Starts June 7, 2013
Directed by: Wayne Blair
Writing credits: Tony Briggs, Keith Thompson
Cast: Chris O'Dowd, Deborah Mailman, Jessica Mauboy, Miranda Tapsell, Shari Sebbens
Length: 103 minutes
With a richly developed script combining historical realities, great soul music and characters who capture our hearts, The Sapphires is wonderfully entertaining, and informative. Growing up singing gospel with their mom, and for their remote mission community, these girls know in their hearts they are good. So when a local talent contest is announced, they decide this is also their year. It is 1968: indigenous Australians have been given the right to vote, and hippies, drugs, assassinations, and Vietnam have impacted global thinking. Meeting Dave cum talent scout offsets their consternation at the local contest’s outcome. Dave (O'Dowd) may not be rhythmically astute, and he may like his drink and have a skeleton in the closet, but his heart is huge, and, he recognizes their talent. Julie initiates a job offer, but Gail’s challenging attitude forces his hand; one call to an old friend and Dave lands them an audition in Melbourne.
Counterbalancing concerns from the tight-knit family, Dave’s next gigantic hurdle is to shake-up the lineup. Gail (Mailman) as the oldest has been singing lead, with backing from Cynthia (Tapsell), Julie (Mauboy), and Kay (Sebbens). Once Dave accomplishes that, he tackles their country and western repertoire. As a “soul” man, Dave immerses them in visual and audio stimuli—“sing blacker”; their audition to entertain US troops concludes with, “See you in Saigon”. Kay spontaneously thinks up their name, and the aborigine Songbirds metamorphose into the Sapphires, Australia’s answer to the “Supremes”. They embrace Vietnam’s grueling, twenty-seven shows in twenty-three days schedule with youthful energy. This journey generates individual inner-growth, coming to terms with personal and familial issues and fears, friendship, and love.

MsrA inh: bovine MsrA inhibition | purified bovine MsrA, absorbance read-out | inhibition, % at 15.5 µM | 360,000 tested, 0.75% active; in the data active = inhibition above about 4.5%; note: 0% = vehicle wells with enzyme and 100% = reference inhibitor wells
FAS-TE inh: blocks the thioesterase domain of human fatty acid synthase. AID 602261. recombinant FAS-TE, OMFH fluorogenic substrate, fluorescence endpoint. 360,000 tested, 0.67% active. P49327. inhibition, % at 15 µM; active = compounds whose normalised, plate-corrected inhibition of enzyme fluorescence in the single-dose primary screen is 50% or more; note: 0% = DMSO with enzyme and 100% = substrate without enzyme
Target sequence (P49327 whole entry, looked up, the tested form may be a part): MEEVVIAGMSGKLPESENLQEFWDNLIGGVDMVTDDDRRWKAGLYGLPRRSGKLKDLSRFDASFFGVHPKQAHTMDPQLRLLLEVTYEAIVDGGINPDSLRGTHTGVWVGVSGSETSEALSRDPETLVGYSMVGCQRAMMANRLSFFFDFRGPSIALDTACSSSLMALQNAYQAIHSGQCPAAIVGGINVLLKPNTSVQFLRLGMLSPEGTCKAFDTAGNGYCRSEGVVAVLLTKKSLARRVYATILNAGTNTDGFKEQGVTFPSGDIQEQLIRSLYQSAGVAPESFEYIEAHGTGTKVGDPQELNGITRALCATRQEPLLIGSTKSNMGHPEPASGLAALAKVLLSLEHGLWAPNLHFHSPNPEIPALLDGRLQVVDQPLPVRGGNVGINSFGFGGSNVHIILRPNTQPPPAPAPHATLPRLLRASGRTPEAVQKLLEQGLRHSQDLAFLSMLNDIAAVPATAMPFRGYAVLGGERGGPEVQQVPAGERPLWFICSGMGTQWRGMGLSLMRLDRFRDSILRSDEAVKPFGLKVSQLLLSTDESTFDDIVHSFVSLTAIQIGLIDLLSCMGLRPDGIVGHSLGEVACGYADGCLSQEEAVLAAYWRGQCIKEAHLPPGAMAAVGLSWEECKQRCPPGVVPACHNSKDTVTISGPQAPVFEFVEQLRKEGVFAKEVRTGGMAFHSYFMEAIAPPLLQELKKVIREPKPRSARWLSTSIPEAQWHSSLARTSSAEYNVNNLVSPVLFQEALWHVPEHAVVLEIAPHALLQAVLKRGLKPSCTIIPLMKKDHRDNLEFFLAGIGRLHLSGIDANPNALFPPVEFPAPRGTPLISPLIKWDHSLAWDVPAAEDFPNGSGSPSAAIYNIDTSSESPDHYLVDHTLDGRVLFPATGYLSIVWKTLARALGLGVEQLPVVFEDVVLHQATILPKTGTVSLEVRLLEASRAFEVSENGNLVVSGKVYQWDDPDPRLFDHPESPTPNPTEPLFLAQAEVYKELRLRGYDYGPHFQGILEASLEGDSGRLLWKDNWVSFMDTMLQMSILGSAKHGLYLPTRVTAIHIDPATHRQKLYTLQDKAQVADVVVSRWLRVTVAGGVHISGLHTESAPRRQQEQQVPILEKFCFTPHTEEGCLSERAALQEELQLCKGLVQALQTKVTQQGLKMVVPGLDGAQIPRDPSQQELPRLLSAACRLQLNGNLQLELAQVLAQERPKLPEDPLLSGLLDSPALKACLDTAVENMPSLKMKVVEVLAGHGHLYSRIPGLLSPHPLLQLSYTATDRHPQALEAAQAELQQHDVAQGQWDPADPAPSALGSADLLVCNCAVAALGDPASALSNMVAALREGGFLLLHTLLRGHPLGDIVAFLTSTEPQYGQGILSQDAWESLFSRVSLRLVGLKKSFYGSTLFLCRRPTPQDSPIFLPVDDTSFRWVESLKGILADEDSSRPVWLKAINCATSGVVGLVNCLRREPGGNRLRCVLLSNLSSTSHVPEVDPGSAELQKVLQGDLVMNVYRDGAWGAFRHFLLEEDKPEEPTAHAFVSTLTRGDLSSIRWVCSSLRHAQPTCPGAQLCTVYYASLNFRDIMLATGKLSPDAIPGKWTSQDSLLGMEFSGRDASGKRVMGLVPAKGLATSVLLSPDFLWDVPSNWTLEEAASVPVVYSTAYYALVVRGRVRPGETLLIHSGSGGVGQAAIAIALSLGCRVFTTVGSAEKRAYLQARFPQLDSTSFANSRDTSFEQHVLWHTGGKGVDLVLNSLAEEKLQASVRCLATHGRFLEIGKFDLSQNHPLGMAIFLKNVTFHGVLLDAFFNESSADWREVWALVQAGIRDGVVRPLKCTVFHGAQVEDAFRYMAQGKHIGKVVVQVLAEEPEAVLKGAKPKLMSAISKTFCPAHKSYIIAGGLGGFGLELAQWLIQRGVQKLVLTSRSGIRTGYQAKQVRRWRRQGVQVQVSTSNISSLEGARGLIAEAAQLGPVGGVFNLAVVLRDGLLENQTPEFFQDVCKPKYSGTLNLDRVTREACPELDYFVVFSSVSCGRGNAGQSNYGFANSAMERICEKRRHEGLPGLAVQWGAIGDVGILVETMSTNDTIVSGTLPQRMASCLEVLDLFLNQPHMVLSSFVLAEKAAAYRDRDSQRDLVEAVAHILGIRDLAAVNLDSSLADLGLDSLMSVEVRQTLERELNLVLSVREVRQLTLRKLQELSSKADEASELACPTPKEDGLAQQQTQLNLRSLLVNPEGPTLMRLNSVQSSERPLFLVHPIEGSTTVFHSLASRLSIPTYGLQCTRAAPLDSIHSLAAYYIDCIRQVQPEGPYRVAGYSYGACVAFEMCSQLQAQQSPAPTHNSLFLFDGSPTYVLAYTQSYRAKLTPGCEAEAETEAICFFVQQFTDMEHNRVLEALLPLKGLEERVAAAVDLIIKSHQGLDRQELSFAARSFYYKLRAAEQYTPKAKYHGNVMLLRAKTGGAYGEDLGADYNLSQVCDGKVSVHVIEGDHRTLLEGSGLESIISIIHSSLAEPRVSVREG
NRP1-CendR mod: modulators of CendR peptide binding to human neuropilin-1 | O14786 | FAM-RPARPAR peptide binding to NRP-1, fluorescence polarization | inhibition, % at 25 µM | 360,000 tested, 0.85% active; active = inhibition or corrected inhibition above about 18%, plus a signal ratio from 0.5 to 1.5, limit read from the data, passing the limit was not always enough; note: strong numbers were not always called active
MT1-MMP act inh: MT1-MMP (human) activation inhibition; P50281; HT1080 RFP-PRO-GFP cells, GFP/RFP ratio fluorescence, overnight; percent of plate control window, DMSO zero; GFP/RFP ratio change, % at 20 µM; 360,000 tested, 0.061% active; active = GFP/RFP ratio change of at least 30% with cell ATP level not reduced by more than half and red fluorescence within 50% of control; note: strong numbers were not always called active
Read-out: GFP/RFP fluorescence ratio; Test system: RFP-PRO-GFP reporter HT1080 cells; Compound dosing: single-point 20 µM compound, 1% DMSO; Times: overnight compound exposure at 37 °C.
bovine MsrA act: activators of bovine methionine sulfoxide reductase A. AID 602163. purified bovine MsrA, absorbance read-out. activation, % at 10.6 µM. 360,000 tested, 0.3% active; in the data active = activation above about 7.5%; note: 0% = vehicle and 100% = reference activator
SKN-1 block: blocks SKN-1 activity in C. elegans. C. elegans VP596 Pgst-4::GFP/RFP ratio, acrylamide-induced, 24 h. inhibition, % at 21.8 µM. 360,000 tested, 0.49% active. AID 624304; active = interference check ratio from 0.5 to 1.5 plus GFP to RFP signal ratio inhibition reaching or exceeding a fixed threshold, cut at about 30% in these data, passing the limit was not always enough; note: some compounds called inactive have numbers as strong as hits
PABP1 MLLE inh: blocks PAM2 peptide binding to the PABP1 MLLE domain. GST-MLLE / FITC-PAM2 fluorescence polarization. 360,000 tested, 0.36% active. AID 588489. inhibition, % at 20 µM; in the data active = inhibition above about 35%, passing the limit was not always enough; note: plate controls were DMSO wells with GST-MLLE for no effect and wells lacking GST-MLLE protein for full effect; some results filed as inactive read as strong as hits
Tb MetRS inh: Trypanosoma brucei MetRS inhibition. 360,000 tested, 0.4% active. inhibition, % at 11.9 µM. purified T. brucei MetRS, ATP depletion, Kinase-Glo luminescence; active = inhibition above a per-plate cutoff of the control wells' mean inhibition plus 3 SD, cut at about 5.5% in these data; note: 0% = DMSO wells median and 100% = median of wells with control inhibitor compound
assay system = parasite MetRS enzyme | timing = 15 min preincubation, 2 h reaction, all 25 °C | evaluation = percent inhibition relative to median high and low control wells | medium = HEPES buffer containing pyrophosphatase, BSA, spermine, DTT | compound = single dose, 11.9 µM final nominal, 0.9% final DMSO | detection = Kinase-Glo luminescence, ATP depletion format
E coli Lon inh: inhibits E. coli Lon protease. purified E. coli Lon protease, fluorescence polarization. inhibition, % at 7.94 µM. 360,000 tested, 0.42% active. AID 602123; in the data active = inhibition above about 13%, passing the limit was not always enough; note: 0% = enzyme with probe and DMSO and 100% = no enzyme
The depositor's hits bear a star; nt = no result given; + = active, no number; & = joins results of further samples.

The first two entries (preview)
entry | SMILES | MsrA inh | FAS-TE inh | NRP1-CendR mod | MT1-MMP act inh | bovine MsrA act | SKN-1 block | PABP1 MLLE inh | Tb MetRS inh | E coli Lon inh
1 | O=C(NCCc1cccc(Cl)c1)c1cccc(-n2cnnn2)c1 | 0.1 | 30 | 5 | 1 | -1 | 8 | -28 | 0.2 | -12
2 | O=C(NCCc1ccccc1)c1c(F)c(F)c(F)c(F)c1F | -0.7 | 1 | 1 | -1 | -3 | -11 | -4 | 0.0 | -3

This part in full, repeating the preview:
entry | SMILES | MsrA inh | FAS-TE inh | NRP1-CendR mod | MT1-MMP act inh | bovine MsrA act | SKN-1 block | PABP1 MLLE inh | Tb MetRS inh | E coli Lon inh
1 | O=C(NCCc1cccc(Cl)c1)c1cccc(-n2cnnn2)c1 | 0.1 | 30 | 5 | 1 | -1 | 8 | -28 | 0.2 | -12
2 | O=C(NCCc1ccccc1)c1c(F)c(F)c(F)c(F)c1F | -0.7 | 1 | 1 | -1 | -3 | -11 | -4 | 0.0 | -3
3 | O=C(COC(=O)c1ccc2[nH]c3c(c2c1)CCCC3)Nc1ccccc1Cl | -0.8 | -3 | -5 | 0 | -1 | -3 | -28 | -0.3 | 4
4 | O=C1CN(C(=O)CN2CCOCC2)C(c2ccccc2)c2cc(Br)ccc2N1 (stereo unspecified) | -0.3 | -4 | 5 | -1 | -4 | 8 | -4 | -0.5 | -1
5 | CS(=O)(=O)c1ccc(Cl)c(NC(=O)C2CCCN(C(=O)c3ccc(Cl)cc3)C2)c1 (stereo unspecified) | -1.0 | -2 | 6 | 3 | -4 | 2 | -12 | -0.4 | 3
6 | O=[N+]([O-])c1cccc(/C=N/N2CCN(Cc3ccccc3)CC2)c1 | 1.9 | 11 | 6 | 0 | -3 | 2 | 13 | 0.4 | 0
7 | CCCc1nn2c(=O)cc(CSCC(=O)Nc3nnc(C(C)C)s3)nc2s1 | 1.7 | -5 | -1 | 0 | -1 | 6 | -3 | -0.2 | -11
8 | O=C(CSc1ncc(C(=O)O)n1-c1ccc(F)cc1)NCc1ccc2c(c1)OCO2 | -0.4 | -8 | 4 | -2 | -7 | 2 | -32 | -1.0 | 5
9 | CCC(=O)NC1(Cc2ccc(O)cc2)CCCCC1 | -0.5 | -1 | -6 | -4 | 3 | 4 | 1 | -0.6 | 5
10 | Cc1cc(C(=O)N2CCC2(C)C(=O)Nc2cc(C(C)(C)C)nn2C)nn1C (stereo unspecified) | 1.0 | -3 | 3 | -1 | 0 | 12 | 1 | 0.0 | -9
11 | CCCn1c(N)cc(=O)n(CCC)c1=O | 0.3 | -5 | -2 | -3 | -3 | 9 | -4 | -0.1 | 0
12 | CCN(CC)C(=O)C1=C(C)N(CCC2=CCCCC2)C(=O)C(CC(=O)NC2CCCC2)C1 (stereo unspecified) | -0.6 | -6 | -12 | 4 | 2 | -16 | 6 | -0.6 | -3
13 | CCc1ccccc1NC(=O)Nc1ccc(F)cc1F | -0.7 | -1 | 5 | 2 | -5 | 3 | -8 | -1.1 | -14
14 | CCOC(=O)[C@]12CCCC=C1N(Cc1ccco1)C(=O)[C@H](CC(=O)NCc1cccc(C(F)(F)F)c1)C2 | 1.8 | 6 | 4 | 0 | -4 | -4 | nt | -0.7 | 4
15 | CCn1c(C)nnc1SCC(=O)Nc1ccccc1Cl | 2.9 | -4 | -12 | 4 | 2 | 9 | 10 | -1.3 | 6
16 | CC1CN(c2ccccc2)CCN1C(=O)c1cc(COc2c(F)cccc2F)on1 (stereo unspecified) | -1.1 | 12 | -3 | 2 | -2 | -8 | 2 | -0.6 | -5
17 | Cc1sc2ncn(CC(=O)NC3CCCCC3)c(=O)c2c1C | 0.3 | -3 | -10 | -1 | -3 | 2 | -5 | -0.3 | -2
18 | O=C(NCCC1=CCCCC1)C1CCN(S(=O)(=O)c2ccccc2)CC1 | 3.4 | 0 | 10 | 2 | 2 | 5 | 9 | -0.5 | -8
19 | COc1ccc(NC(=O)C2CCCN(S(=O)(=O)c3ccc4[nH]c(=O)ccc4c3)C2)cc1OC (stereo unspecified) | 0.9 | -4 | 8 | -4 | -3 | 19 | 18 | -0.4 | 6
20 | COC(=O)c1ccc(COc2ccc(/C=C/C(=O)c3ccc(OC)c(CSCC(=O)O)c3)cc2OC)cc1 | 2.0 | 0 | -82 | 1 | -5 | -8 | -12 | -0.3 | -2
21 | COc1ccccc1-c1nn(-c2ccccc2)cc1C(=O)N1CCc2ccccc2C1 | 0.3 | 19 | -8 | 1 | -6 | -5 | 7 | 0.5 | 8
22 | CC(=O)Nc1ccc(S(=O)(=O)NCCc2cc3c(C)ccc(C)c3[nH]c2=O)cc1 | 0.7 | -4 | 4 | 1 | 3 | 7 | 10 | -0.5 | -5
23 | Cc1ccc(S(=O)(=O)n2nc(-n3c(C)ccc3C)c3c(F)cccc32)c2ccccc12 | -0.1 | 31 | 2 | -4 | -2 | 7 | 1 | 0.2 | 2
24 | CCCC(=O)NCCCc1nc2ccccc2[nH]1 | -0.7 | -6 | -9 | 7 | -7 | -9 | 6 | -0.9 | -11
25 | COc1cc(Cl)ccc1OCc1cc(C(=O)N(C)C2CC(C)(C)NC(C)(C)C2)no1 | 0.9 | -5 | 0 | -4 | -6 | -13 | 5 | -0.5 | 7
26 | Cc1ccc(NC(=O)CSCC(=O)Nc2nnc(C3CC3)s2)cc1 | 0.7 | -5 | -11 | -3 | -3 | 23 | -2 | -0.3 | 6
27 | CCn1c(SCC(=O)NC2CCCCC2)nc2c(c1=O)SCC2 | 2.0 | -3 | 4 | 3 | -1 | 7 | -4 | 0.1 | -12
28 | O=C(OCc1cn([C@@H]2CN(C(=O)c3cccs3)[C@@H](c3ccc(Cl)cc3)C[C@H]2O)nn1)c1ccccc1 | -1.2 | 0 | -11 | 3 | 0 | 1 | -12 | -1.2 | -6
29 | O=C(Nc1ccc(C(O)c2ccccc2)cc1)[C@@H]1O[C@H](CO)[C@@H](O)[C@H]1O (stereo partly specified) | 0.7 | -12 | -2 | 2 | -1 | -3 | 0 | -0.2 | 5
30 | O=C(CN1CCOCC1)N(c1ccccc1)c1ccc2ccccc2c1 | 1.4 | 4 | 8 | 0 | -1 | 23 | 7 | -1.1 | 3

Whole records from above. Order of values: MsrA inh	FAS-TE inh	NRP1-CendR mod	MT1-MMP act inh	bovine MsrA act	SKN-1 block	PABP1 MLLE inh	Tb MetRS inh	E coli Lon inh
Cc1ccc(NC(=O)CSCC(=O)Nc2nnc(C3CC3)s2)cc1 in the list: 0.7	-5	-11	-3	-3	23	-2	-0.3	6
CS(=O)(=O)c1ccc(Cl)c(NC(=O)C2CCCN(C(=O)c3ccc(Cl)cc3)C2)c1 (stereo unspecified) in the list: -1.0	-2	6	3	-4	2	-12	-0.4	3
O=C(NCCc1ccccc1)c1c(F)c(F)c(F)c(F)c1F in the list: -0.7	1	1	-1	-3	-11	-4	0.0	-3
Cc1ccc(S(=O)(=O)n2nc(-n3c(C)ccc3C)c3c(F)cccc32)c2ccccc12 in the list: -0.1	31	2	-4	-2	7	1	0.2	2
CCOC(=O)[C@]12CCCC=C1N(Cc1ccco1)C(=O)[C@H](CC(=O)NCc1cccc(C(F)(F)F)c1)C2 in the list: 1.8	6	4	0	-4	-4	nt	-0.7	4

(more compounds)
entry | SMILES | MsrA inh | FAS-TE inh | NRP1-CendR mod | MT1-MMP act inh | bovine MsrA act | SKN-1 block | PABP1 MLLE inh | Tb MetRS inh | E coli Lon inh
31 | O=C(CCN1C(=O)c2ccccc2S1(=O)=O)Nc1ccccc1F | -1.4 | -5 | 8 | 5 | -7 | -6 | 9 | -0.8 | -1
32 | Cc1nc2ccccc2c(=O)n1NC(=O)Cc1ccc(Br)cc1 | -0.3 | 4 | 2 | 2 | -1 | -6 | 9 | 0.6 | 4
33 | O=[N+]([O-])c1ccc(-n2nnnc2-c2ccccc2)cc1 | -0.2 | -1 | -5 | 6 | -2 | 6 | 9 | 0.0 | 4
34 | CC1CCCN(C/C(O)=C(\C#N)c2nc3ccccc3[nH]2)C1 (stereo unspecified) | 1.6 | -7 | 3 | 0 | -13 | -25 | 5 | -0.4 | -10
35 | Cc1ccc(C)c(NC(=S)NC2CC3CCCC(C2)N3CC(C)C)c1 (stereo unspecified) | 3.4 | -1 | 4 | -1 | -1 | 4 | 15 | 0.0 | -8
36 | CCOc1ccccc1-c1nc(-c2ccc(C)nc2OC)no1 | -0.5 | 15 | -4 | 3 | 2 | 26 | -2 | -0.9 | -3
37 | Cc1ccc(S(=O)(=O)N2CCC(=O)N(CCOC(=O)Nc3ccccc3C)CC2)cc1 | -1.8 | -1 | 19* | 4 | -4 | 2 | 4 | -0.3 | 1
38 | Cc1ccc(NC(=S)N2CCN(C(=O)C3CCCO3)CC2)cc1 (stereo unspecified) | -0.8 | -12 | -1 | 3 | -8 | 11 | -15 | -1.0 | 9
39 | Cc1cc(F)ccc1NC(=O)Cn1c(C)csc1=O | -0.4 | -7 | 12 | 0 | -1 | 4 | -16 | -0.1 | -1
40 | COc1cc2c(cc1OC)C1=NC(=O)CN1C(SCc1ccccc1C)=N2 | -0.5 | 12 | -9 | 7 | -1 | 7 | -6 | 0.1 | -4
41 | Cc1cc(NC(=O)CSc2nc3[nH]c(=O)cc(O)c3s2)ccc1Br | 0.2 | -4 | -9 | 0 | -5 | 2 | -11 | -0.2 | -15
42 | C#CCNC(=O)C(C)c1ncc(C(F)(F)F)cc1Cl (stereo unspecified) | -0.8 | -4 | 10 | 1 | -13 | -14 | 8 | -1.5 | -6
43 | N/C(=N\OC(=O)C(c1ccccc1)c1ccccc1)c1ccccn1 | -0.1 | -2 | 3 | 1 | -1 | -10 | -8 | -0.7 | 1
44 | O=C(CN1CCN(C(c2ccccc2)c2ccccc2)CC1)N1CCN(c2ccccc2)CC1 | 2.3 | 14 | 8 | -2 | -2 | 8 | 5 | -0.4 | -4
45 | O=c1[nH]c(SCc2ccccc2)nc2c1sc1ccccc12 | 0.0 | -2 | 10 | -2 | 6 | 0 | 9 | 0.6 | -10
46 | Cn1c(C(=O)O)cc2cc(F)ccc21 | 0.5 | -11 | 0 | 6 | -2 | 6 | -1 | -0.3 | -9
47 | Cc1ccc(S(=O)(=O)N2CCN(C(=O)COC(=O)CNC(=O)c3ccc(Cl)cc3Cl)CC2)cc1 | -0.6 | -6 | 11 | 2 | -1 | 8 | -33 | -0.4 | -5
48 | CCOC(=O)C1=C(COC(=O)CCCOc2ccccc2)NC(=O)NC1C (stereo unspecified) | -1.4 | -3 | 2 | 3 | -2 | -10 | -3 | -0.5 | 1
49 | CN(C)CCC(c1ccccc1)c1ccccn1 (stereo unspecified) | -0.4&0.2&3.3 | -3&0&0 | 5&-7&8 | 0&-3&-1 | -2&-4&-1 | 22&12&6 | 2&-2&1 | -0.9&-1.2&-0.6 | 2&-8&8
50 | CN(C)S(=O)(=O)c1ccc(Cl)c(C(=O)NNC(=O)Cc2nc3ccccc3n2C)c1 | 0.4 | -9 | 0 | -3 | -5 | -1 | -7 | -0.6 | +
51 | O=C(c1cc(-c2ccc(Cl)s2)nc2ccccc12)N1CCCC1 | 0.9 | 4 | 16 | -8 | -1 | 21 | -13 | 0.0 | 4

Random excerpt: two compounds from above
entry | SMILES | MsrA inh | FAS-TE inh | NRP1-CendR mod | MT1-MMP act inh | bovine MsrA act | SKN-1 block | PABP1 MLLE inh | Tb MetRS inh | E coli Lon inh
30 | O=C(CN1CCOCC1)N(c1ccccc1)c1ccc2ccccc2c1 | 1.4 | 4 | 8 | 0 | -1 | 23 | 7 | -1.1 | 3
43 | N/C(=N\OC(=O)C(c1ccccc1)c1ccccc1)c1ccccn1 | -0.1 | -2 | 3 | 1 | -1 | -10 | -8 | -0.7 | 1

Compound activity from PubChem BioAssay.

Based on a true story, Tony Briggs—son of a real-life Sapphire, shares writing credits with Keith Thompson, and director Wayne Blair has aboriginal roots. Melinda Doring’s sets capture the 1960s era, with notable camera work from Warwick Thornton, and editing from Dany Cooper. Musically invigorating, the film quietly reminds us there are important past societal issues that should be remembered. Fun and humor are mixed into this celebration to personal motivation, perseverance, and life. ()